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Thomas Tan, CFA

 
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  • My 10 Predictions for 2010 [View article]
    Thanks for everyone on your comments. The 10 yr bond yield is my mistake. It should be: doubling from 3.75% currently to 7.5%. Thanks for those who pointed this out.
    Dec 30, 2009. 09:01 AM | 1 Like Like |Link to Comment
  • Huron Consulting: Getting Too Close to Its Roots [View article]
    I have pointed out many weak spots from Huron’s latest financial results, such as immediate liquidity risk to cover their interest payment on their huge debt, the goodwill issue, the risk of equity holders being totally wiped out during a debt restructuring, etc. etc. At the same time, how much value it offers if the last 5 years’ financial reports are all fraud, which they are in the process of re-stating and re-issuing all of them? You can go back to read them all if you like, but do you know how much truth they said is really there? Can you tell the difference between the truth and the lies in those reports?

    Obviously you think DCF, or more specifically the cash flow projection, is the only way to evaluate a company. Since you are a big fan of DCF, then tell me what do you think the discount rate (or hurdle rate) to use in this DCF model based on Huron’s management quality and their fraud financial reporting for the last 5 years? The weakest spot for Huron is its culture and management, or the so-called soft aspects of a company. Tell me how will you evaluate it based on DCF analysis?!

    If you want this kind of analysis, fine, just go to buy UBS analyst report, which reiterate “Buy” rating when if it was traded at $45 and before it plummeted to $14, if that is the kind of DCF analysis and “serious” research report you want. Contrary to your view, I think SA and other websites provide their readers a platform of more diversified opinions about a firm, instead of a few mainstream Wall St. firm’s analysts only knowing how to grab numbers of cashflow and discount rates in the air and make up false assumptions in their DCF models. Those research reports along with their false DCF analysis are indeed worthless.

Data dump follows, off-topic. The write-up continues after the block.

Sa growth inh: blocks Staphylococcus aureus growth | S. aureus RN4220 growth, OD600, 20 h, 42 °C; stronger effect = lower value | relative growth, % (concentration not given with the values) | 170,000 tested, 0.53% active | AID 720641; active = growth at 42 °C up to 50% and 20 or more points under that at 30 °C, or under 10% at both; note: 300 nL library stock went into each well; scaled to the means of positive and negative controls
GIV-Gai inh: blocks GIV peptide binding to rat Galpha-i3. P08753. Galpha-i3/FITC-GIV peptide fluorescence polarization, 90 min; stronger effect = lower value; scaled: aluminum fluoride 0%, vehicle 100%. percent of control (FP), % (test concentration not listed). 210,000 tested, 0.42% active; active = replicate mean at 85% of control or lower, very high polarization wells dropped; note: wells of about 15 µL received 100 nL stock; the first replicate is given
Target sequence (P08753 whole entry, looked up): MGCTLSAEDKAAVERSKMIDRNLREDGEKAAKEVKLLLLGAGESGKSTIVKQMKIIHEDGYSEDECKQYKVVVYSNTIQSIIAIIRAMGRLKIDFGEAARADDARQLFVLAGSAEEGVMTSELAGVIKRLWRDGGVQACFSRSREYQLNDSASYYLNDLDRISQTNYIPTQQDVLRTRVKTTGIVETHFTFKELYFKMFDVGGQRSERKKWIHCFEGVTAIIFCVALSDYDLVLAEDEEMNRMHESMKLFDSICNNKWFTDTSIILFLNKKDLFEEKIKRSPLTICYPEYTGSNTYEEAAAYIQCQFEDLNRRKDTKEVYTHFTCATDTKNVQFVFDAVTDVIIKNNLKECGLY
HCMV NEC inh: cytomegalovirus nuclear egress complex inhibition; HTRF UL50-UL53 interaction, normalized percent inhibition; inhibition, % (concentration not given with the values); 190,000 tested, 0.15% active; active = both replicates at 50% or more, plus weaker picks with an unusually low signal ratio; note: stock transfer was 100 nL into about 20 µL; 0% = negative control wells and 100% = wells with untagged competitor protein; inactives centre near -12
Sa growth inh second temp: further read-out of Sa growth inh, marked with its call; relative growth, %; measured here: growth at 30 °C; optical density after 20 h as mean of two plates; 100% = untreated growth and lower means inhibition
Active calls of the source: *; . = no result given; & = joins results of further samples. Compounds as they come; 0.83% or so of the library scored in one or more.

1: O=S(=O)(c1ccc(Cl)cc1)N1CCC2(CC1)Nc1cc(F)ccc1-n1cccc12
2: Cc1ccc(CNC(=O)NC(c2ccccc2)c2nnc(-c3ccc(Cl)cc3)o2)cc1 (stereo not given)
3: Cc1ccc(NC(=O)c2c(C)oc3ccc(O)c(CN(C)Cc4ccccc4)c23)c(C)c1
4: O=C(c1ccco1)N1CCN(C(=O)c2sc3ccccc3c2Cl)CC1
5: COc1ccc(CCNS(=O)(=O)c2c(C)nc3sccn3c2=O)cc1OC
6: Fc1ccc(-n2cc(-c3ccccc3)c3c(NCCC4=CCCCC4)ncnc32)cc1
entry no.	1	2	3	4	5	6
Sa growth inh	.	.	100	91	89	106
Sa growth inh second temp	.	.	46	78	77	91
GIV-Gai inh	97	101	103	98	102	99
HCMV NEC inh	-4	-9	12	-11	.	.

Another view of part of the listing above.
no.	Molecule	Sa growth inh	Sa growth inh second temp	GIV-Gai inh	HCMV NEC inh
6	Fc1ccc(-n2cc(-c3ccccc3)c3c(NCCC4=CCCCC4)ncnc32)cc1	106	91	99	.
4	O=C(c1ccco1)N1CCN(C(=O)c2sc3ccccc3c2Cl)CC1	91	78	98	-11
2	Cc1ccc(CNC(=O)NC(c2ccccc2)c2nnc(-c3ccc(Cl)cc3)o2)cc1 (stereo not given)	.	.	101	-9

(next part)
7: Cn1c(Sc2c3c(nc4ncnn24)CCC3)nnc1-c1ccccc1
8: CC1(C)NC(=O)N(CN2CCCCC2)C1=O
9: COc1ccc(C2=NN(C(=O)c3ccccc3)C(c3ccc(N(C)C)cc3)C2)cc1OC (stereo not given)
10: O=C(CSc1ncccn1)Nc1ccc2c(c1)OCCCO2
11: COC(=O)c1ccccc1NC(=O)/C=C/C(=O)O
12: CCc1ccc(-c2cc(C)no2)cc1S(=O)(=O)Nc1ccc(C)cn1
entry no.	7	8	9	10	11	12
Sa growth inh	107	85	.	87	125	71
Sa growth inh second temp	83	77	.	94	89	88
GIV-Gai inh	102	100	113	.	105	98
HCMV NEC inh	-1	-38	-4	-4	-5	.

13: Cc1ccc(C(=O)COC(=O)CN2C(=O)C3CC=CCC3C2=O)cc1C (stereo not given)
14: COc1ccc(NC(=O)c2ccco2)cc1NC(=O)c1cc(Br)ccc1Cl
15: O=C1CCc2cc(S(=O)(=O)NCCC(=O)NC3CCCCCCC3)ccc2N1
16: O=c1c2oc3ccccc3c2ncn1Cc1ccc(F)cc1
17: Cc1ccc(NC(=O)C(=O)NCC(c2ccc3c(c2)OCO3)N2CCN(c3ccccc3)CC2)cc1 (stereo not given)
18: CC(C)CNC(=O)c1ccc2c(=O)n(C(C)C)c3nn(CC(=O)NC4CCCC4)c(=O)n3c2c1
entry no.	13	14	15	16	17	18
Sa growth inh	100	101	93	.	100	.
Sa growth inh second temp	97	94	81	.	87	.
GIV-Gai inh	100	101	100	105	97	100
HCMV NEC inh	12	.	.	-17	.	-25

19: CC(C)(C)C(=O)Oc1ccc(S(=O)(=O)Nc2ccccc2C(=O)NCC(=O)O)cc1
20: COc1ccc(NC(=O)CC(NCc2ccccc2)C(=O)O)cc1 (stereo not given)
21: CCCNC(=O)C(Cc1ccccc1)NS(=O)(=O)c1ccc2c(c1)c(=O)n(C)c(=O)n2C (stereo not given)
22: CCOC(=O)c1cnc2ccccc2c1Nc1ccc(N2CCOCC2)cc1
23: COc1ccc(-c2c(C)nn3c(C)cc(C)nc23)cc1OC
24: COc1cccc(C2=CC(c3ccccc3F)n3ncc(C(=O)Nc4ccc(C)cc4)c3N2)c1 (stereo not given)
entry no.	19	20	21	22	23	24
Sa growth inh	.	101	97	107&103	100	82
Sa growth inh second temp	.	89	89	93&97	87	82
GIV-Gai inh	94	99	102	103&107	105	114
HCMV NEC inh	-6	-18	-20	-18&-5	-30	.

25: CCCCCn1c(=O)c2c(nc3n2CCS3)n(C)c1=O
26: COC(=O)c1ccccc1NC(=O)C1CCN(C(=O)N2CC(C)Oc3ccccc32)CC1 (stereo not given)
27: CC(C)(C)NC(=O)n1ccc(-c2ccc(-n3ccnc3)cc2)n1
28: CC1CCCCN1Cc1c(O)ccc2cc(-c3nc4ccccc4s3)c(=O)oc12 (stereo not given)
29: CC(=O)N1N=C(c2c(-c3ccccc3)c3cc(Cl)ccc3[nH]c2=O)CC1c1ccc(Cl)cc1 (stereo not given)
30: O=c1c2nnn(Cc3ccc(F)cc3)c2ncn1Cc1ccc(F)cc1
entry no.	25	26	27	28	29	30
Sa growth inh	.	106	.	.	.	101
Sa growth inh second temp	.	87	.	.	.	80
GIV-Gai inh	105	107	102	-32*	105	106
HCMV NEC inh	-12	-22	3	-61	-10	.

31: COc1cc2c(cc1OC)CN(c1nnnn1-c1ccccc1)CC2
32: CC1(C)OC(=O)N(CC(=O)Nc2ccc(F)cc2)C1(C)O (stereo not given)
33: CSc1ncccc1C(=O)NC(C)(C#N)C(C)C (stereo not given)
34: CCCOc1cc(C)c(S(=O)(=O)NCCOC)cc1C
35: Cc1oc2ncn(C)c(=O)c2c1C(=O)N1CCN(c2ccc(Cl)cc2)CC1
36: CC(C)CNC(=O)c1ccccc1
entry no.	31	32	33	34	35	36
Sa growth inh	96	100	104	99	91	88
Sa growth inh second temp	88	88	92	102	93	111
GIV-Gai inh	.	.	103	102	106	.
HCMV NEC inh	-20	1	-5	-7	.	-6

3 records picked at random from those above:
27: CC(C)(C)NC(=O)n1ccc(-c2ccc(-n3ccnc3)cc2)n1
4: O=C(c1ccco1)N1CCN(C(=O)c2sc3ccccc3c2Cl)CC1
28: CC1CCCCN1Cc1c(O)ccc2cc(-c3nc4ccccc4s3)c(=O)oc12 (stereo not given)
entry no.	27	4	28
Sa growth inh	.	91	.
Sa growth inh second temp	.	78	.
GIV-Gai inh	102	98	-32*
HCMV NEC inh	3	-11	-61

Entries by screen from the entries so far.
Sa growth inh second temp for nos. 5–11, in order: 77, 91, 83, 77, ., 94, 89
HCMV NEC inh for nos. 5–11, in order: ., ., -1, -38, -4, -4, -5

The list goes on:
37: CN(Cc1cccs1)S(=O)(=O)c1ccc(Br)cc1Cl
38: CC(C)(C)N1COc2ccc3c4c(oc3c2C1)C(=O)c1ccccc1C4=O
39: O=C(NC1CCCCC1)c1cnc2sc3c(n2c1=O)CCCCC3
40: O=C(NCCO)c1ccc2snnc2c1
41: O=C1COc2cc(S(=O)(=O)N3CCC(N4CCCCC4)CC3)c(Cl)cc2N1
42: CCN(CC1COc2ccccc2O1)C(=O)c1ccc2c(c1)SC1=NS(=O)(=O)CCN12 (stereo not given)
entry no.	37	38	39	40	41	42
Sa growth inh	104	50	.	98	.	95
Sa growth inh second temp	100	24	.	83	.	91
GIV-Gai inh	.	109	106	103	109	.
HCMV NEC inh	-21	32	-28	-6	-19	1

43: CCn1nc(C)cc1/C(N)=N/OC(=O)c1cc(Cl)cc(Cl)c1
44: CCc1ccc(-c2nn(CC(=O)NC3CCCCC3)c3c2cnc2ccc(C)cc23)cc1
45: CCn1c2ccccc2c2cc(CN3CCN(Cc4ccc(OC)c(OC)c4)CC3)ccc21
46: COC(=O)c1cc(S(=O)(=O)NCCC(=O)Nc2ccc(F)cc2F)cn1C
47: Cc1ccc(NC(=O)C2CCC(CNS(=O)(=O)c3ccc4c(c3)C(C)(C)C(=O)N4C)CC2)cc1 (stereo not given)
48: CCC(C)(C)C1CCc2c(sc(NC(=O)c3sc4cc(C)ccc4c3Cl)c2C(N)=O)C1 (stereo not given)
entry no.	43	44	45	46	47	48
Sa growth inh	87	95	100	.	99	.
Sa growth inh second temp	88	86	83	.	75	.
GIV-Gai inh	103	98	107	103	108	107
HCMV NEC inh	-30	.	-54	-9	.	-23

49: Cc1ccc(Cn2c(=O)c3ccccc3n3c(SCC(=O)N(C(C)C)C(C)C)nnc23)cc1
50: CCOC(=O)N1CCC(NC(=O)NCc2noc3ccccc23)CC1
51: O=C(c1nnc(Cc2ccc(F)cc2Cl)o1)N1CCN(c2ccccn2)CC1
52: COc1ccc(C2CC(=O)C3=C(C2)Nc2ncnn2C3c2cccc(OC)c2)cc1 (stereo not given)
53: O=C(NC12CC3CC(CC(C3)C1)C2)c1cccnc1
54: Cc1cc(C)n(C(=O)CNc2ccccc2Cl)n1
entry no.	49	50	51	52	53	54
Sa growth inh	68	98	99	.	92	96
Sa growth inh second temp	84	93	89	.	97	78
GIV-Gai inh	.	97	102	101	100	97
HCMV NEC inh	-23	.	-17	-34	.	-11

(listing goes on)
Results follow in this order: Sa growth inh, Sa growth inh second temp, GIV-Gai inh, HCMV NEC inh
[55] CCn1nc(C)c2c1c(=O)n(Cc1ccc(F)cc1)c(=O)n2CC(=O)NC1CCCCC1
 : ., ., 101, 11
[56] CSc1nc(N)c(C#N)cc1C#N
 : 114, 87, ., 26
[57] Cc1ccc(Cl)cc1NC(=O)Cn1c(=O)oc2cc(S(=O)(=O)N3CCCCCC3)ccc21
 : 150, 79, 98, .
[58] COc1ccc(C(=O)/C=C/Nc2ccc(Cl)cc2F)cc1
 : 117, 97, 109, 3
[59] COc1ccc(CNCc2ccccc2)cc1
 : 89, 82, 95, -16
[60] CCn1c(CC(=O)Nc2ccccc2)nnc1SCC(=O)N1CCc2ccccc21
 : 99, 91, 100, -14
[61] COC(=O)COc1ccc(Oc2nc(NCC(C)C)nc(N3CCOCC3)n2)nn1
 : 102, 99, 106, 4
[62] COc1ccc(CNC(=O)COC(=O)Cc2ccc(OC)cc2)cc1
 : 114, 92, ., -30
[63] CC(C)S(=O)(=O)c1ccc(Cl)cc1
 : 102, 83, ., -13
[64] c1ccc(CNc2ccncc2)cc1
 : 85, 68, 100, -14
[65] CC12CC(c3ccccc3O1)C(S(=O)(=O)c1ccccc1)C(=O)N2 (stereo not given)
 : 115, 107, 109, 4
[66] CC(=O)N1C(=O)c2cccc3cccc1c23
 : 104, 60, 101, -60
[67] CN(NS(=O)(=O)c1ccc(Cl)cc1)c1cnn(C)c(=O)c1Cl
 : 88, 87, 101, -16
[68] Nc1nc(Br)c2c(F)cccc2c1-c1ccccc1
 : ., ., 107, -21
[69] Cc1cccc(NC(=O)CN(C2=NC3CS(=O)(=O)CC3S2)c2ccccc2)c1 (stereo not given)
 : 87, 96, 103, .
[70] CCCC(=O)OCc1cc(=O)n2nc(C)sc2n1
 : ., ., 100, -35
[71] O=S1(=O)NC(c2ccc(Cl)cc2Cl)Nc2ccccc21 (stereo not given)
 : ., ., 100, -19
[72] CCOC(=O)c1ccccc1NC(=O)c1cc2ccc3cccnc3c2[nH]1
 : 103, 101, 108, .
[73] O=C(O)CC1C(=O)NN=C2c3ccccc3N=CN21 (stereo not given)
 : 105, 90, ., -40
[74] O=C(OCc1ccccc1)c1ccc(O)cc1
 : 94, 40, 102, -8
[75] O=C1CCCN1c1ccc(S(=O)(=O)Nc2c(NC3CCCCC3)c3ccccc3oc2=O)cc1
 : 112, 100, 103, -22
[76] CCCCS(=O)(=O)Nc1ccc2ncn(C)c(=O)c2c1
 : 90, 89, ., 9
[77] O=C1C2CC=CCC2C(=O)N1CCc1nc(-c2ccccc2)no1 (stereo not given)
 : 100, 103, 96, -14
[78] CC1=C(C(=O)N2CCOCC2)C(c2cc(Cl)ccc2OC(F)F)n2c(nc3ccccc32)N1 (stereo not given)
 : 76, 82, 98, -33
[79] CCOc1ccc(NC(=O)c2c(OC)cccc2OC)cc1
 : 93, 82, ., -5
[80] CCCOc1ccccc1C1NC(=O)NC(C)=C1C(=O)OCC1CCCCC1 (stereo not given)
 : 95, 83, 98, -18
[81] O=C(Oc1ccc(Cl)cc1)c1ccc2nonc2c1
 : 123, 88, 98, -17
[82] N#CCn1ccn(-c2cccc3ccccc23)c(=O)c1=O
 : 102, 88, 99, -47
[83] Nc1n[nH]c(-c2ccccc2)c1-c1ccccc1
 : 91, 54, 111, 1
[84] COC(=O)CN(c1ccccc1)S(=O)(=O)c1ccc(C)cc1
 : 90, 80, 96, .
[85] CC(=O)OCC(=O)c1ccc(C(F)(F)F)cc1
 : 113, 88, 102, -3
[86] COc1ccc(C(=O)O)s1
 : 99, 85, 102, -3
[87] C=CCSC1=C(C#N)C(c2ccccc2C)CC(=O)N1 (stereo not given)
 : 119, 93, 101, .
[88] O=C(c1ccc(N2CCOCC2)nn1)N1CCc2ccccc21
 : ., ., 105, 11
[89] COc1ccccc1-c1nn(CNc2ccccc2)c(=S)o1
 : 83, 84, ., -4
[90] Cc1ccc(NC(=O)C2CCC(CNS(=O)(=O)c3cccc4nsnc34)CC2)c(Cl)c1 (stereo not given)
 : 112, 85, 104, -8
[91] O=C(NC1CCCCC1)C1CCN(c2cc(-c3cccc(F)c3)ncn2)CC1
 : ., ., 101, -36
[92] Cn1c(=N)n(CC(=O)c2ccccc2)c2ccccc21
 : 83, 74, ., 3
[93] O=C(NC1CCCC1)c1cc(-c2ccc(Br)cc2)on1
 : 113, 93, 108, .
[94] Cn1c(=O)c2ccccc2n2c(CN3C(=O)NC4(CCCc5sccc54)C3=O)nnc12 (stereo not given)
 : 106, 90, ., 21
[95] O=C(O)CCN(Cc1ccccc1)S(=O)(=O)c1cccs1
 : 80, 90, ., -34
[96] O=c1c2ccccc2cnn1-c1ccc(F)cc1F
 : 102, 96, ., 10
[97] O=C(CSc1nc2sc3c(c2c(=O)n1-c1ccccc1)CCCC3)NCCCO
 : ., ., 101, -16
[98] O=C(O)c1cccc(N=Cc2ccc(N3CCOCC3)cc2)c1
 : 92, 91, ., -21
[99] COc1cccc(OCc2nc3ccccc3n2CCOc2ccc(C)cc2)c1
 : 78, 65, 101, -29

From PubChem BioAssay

Aug 16, 2009. 09:23 AM | Likes Like |Link to Comment
  • Huron Consulting: Getting Too Close to Its Roots [View article]
    GMM: Please read the news again. This is directly from Reuters: "Huron's board audit committee discovered that shareholders of four businesses that Huron acquired between 2005 and 2007 redistributed portions of their acquisition-related payments among themselves and to certain Huron employees." Please note "to certain Huron employees". This is kickback to a few key own employees. Unless Huron Audit Committee is also wrong, then I really don't know what to say about Huron.

    Also since this is the only comment you have made so far on SA, so I assume you register at SA just to make this comment to my article. In this sense, I am honored. Thanks.
    Aug 13, 2009. 02:44 PM | Likes Like |Link to Comment
  • Silvercorp: Canadian Mining Profits in China [View article]
    Thank you all very much for the comments.

    For fxtrader07, by talking with the management, I don’t think the power issue is really that bad. First of all, there was a press release dated Aug 13th and I copied the related paragraph on power supply below. Secondly, with the upcoming new power line and their own diesel power capacity, I think Silvercorp now has a good backup plan if the same problem occurs again in the future. And the Olympics is over. Third, as I was told by management, Silvercorp mining operations actually don’t use that much power, at least not as much as the perception of some investors think. In summary, their production target this year is unlikely impacted by the power supply issue.

    Aug 13th press release from Silvercorp: “The Company has noted an improved outlook for its power supply problems outlined in the August 8, 2008 news release. There has been no power rationing for the last five days. The local County Utility Bureau has assured the Company minimum power rationing as power supply to the local county has also improved when a new hydro power generating project in the County was brought into operation last week. Management is working closely with the local Utility Bureau to minimize future power interruptions, including investing almost $1 million since last May to build a new power line to the Ying Mine. The new power line is expected to be complete by the end of this August. The Company is also expanding diesel power generating capacity at the Ying mine to cope with potential power rationing.”